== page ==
SPARTANBURG The taunting grew intense. Steve Smith remained calm.
DeAngelo Hall, then a defensive back for the Atlanta Falcons, figured he could get under the skin of Smith, the Carolina Panthers' mercurial receiver, in a game at the Georgia Dome early in the 2007 season.
So Hall began needling Smith, hoping to throw him off his game – maybe even goad him into a physical confrontation. As Smith recalled afterward, Hall boasted to Smith that he made more money than he did. Hall said the two had played in the same number of Pro Bowls.
But Smith wouldn't respond to Hall's verbal jabs.
Unfazed, he just played.
And Hall, frustrated by Smith's unwillingness to return the trash-talking, was eventually penalized on three key plays on which he defended Smith – a pass interference, personal foul and unsportsmanlike conduct – as the Panthers rallied for a 27-20 victory.
It appeared Smith had finally proven he had overcome a reputation as one of the NFL's most temperamental players.
“I told him … ‘Old Steve' might have negated some of those penalties,” Panthers offensive tackle Jordan Gross said after the game. “But that's why we love him, he's fiery.”
But this week, Smith begins a new struggle to overcome that status, after the volatility that defined his early years in the NFL erupted again in a training camp fight Friday with teammate Ken Lucas.
Smith punched Lucas, breaking his nose, and was suspended for two regular-season games by the team.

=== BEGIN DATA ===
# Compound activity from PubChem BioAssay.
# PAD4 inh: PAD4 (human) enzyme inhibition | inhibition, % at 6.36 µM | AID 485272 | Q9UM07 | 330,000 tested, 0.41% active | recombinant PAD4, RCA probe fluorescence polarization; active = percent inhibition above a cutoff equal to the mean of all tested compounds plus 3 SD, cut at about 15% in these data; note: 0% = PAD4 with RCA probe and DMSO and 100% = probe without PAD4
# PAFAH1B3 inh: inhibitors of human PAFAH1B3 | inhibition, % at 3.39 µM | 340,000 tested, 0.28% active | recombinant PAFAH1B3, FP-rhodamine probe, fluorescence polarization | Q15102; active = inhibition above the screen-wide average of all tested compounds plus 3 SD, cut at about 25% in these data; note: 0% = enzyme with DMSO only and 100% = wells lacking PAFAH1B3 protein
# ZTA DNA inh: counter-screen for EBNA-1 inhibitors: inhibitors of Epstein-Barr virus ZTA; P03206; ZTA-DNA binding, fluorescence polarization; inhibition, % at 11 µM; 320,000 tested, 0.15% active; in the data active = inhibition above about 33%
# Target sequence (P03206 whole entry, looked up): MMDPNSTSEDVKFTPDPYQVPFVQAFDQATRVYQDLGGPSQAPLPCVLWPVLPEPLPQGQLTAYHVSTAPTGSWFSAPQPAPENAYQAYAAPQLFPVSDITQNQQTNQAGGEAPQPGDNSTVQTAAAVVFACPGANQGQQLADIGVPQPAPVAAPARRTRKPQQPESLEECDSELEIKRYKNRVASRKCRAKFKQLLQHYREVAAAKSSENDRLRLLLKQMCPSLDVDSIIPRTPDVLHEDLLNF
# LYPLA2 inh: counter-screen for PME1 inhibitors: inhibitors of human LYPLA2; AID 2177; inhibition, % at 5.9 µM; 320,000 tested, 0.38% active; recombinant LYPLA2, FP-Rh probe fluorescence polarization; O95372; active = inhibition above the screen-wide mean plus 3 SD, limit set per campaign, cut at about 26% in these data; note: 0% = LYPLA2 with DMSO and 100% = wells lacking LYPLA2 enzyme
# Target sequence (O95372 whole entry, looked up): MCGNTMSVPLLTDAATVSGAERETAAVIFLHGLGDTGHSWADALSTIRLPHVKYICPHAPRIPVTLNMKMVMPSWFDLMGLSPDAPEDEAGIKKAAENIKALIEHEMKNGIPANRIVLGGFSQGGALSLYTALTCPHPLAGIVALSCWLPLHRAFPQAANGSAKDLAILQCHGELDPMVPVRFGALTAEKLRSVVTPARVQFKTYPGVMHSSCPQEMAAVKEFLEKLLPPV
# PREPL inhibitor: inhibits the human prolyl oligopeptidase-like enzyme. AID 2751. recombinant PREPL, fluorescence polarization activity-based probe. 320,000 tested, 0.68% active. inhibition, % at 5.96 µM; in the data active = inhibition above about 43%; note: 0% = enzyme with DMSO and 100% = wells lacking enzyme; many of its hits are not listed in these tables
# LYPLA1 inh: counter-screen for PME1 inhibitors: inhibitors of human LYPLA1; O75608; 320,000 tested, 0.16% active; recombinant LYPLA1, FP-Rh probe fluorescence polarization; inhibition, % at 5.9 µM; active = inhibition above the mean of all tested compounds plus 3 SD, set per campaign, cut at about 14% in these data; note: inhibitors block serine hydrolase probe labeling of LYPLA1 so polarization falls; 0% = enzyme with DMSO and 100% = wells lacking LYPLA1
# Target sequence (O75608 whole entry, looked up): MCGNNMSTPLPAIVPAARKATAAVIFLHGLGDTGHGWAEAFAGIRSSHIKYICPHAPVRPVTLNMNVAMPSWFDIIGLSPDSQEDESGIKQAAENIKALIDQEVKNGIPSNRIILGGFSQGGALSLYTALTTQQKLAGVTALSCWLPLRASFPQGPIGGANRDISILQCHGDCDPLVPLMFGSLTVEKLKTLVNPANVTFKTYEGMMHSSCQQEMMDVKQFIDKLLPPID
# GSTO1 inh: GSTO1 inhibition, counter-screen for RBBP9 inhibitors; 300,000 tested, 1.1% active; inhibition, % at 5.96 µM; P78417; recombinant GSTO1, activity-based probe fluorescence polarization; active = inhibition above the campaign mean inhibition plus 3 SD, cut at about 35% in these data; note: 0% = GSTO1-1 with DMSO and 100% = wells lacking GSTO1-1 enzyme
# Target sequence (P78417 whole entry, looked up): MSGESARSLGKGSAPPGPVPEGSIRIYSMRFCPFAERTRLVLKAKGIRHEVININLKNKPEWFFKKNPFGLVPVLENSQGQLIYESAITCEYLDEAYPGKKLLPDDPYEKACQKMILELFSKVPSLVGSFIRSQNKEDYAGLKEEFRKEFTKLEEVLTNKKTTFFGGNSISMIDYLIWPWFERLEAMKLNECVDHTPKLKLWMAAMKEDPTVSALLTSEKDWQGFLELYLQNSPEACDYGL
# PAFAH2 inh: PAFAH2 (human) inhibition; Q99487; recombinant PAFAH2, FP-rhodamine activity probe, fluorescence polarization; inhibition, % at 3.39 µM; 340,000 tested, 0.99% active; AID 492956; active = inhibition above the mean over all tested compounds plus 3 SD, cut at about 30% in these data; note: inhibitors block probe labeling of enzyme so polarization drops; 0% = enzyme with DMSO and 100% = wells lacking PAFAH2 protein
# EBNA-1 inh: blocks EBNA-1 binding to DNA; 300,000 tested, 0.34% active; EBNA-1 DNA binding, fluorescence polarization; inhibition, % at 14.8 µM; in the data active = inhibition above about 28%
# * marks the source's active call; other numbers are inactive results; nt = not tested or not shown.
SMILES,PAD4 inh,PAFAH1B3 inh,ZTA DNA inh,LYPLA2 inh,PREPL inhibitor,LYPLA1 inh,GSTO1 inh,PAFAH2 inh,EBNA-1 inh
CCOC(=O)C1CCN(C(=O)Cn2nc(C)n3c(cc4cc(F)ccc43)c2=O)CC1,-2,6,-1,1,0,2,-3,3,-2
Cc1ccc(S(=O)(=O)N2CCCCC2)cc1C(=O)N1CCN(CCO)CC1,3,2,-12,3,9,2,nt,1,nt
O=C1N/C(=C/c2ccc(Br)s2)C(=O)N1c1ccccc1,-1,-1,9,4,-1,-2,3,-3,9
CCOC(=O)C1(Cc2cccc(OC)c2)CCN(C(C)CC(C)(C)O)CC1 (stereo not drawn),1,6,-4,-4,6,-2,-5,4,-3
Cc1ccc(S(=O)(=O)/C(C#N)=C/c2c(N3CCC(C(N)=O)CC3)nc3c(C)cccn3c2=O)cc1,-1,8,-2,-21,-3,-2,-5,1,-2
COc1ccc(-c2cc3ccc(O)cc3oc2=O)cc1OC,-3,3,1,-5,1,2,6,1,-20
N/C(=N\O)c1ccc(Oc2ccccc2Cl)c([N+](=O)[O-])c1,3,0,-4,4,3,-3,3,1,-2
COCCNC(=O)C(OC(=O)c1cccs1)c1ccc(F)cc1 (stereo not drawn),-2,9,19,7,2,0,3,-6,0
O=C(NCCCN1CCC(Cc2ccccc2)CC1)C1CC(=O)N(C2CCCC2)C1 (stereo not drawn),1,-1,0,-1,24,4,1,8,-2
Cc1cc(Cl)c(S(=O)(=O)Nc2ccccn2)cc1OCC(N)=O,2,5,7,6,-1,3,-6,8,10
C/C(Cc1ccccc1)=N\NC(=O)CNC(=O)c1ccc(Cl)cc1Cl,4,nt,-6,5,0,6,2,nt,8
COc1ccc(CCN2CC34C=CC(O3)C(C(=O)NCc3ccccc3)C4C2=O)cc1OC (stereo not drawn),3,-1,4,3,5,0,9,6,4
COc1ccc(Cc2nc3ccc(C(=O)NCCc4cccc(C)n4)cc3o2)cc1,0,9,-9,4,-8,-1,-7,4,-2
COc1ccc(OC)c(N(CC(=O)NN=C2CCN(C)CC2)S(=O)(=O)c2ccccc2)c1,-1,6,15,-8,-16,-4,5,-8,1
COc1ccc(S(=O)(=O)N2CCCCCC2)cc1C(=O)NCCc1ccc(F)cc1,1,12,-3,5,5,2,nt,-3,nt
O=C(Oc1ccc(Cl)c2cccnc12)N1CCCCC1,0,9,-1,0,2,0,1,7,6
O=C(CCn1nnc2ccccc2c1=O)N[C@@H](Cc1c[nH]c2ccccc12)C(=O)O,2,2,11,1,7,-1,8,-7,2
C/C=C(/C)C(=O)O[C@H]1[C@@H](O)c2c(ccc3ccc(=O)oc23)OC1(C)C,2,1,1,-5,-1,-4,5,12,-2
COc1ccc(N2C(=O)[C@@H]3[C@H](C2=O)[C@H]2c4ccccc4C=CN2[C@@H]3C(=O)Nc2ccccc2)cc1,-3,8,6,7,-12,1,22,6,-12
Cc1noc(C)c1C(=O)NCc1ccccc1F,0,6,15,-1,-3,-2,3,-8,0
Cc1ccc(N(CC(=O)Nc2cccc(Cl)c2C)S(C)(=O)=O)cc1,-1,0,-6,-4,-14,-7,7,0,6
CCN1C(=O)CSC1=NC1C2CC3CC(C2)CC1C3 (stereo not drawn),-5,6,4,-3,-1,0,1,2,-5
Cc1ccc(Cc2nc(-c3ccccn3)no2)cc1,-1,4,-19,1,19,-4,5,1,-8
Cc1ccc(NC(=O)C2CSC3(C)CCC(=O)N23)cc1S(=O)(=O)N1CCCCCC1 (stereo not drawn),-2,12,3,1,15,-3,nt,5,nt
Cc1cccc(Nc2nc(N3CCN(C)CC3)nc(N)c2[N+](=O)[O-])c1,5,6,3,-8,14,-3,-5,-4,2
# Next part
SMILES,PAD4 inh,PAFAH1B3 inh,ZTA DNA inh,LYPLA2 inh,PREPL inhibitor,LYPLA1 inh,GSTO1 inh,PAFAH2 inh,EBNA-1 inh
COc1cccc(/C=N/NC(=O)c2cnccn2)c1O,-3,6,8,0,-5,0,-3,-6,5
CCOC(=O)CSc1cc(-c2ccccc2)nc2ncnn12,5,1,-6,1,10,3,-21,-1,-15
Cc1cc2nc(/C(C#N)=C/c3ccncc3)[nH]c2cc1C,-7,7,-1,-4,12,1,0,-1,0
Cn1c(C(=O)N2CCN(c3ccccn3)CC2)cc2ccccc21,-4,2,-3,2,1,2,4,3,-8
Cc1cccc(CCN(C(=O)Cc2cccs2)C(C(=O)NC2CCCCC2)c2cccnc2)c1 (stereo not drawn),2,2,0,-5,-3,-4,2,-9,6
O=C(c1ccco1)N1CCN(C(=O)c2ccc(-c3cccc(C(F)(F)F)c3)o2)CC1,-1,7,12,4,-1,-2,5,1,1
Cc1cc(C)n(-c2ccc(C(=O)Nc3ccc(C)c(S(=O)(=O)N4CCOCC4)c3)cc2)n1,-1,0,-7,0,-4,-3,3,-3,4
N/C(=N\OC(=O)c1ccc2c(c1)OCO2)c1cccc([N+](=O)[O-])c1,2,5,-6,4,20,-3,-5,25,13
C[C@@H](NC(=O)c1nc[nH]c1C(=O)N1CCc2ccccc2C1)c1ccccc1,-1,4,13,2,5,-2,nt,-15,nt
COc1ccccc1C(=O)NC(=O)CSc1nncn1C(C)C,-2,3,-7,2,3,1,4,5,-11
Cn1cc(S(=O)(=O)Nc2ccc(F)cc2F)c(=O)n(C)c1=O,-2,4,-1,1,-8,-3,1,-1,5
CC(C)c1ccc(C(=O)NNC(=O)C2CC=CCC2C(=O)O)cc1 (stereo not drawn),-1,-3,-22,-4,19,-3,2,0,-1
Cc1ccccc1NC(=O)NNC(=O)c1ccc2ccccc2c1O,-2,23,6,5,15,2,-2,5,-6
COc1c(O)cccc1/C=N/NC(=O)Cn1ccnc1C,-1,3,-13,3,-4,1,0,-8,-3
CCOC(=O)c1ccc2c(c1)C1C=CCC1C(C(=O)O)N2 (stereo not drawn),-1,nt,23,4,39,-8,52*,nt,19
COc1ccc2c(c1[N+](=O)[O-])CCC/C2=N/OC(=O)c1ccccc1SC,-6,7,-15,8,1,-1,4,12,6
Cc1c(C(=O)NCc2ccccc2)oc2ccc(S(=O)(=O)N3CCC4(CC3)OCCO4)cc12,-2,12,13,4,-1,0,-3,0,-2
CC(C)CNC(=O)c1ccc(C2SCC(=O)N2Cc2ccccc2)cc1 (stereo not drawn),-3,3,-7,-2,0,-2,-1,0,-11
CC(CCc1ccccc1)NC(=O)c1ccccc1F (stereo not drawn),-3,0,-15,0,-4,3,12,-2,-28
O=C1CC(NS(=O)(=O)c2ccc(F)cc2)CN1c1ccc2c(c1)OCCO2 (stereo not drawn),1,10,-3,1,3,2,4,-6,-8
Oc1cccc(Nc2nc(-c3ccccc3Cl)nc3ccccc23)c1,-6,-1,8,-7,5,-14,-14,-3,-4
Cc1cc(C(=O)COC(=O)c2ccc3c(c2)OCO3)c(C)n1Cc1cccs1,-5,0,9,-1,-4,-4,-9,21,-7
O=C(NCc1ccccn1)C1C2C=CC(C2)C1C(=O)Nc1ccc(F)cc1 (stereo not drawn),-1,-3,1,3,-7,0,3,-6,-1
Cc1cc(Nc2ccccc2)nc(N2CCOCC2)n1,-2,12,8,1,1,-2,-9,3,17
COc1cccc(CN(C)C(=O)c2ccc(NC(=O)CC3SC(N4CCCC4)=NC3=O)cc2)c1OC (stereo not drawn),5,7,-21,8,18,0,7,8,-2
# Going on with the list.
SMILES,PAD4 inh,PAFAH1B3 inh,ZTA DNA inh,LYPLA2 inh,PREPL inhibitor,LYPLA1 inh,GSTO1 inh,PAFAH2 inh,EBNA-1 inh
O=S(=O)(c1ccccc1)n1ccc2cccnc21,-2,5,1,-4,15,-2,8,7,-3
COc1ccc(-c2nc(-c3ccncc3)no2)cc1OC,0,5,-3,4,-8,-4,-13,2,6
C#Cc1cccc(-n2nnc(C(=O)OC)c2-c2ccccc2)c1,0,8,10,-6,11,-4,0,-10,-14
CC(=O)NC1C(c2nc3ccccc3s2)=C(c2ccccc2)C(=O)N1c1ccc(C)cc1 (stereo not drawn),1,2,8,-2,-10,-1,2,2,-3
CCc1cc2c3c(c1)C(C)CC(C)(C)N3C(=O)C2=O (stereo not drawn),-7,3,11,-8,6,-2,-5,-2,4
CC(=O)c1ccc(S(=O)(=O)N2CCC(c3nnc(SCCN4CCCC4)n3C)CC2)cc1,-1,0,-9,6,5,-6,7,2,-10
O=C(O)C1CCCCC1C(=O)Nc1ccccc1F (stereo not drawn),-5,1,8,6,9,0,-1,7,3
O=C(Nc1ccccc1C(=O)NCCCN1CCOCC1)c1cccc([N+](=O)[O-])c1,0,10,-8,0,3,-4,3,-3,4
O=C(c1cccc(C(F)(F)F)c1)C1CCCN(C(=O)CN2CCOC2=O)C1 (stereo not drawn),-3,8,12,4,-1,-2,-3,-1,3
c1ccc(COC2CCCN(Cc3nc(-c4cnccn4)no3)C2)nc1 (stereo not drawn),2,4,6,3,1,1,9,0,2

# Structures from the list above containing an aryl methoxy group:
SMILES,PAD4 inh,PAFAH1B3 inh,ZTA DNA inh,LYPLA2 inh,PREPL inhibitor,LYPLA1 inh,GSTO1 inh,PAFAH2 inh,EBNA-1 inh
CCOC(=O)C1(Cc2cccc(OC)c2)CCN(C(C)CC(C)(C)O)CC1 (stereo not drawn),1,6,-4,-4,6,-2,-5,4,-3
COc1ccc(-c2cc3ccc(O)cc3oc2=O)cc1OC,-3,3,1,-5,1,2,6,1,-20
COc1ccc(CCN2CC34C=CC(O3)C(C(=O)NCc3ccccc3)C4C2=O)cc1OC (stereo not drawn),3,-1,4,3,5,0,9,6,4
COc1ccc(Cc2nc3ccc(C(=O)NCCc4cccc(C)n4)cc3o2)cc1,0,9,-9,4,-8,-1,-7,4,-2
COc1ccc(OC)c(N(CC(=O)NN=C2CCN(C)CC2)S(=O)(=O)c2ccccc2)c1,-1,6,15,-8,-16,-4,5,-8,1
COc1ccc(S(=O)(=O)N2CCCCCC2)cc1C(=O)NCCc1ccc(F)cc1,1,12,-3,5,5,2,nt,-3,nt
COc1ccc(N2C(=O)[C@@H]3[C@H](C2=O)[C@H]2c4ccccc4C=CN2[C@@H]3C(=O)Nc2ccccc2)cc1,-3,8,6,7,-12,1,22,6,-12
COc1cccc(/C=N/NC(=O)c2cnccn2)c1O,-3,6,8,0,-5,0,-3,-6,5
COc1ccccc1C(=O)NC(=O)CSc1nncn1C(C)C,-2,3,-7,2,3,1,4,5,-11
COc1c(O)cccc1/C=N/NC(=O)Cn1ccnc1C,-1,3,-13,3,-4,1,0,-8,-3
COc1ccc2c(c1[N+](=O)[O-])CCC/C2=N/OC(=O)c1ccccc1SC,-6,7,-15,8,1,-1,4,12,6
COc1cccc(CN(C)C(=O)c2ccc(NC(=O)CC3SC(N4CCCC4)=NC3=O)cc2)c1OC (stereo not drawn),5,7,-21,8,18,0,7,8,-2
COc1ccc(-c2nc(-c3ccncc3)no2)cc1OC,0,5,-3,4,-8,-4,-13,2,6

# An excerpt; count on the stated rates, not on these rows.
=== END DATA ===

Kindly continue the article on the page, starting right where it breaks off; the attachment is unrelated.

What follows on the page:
There's little doubt that Smith wouldn't be the player he has become – a 5-foot-9, three-time Pro Bowler who helped the Panthers to the 2003 season's Super Bowl and the NFC Championship Game two years later – without a barely controlled intensity that bubbles just below the surface.
“Steve has a lot of fire,” Robert Taylor, Smith's coach at Santa Monica (Calif.) Junior College, told The Observer in 2006. “It's like he thinks, ‘You don't think I can do what I'm doing. But I'll show you. You don't think I can but I can.' ”
Smith developed that attitude growing up on the gritty streets of South Central Los Angeles, where as an undersized but lightning-fast teenager, he talked – and sometimes fought – his way through his high school football career.
Then came two seasons at Santa Monica, before landing at Utah for his final two seasons of college football.
He got into a fight in his first day of practice with the Utes.
Smith's anger continued to get the best of him when he was drafted by the Panthers in the third round of the 2001 NFL draft. He punched teammate Anthony Bright in the face in a team meeting room in 2002, earning a one-game suspension and a civil lawsuit that was eventually settled out of court.
His on-field demeanor also was revealing. He yelled at opponents and often jumped up suddenly after being tackled, twirling the ball fiercely on the ground.
But, Smith, now 29, had appeared to be mellowing, as his turn-the-other-cheek attitude in Atlanta last season indicated.
Married and a father of three, Smith looked toward the end of his career last week, talking about his dreams of finishing as the NFL's leading pass catcher.
He's active in community work – often without the public's knowledge. He formed an organization called “Athletes United For Youth” with former basketball players Jay Bilas and Dell Curry.
Earlier this summer, he threw out the first pitch at a Chicago Cubs game at Wrigley Field. He took an offseason job as a financial planning intern at Morgan Stanley, a global investment firm.
Said Smith in May of the way his life has turned out: “It's just been unbelievable.”
David Scott: 704-358-5889